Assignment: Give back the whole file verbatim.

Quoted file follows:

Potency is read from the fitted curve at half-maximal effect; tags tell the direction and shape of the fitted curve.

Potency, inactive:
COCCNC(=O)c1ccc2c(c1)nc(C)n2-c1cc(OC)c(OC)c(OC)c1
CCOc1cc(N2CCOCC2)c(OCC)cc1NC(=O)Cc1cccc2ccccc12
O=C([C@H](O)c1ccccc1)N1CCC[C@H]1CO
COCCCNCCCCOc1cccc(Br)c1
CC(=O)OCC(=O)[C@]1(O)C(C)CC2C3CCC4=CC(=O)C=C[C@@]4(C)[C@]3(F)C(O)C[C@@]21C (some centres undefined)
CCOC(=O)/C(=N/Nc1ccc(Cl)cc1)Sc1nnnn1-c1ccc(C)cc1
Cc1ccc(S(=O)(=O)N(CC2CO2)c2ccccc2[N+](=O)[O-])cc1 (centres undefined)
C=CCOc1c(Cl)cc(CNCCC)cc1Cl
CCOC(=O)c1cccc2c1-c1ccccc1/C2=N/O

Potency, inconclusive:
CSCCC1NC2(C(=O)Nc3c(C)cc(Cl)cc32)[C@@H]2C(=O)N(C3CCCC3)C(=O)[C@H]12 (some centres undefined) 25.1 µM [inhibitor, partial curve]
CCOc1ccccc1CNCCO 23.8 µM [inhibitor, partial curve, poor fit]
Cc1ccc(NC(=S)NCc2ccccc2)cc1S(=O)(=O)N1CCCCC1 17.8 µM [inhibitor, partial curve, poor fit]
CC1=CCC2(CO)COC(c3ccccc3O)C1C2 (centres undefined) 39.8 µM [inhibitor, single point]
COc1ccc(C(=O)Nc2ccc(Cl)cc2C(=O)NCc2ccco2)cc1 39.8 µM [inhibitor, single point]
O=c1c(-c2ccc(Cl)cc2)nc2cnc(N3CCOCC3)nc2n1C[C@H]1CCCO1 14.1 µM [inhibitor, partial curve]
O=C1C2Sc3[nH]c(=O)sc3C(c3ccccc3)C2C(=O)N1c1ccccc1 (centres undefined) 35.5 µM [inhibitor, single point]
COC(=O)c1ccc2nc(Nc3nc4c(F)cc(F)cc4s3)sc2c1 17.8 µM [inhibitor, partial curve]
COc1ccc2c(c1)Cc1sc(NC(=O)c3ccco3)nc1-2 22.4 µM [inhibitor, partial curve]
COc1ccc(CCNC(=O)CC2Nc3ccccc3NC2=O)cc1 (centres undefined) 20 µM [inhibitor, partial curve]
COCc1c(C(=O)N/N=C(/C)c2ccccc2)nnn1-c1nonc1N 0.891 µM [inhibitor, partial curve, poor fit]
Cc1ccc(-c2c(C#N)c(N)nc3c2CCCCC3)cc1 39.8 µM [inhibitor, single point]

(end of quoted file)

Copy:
Potency is read from the fitted curve at half-maximal effect; tags tell the direction and shape of the fitted curve.

Potency, inactive:
COCCNC(=O)c1ccc2c(c1)nc(C)n2-c1cc(OC)c(OC)c(OC)c1
CCOc1cc(N2CCOCC2)c(OCC)cc1NC(=O)Cc1cccc2ccccc12
O=C([C@H](O)c1ccccc1)N1CCC[C@H]1CO
COCCCNCCCCOc1cccc(Br)c1
CC(=O)OCC(=O)[C@]1(O)C(C)CC2C3CCC4=CC(=O)C=C[C@@]4(C)[C@]3(F)C(O)C[C@@]21C (some centres undefined)
CCOC(=O)/C(=N/Nc1ccc(Cl)cc1)Sc1nnnn1-c1ccc(C)cc1
Cc1ccc(S(=O)(=O)N(CC2CO2)c2ccccc2[N+](=O)[O-])cc1 (centres undefined)
C=CCOc1c(Cl)cc(CNCCC)cc1Cl
CCOC(=O)c1cccc2c1-c1ccccc1/C2=N/O

Potency, inconclusive:
CSCCC1NC2(C(=O)Nc3c(C)cc(Cl)cc32)[C@@H]2C(=O)N(C3CCCC3)C(=O)[C@H]12 (some centres undefined) 25.1 µM [inhibitor, partial curve]
CCOc1ccccc1CNCCO 23.8 µM [inhibitor, partial curve, poor fit]
Cc1ccc(NC(=S)NCc2ccccc2)cc1S(=O)(=O)N1CCCCC1 17.8 µM [inhibitor, partial curve, poor fit]
CC1=CCC2(CO)COC(c3ccccc3O)C1C2 (centres undefined) 39.8 µM [inhibitor, single point]
COc1ccc(C(=O)Nc2ccc(Cl)cc2C(=O)NCc2ccco2)cc1 39.8 µM [inhibitor, single point]
O=c1c(-c2ccc(Cl)cc2)nc2cnc(N3CCOCC3)nc2n1C[C@H]1CCCO1 14.1 µM [inhibitor, partial curve]
O=C1C2Sc3[nH]c(=O)sc3C(c3ccccc3)C2C(=O)N1c1ccccc1 (centres undefined) 35.5 µM [inhibitor, single point]
COC(=O)c1ccc2nc(Nc3nc4c(F)cc(F)cc4s3)sc2c1 17.8 µM [inhibitor, partial curve]
COc1ccc2c(c1)Cc1sc(NC(=O)c3ccco3)nc1-2 22.4 µM [inhibitor, partial curve]
COc1ccc(CCNC(=O)CC2Nc3ccccc3NC2=O)cc1 (centres undefined) 20 µM [inhibitor, partial curve]
COCc1c(C(=O)N/N=C(/C)c2ccccc2)nnn1-c1nonc1N 0.891 µM [inhibitor, partial curve, poor fit]
Cc1ccc(-c2c(C#N)c(N)nc3c2CCCCC3)cc1 39.8 µM [inhibitor, single point]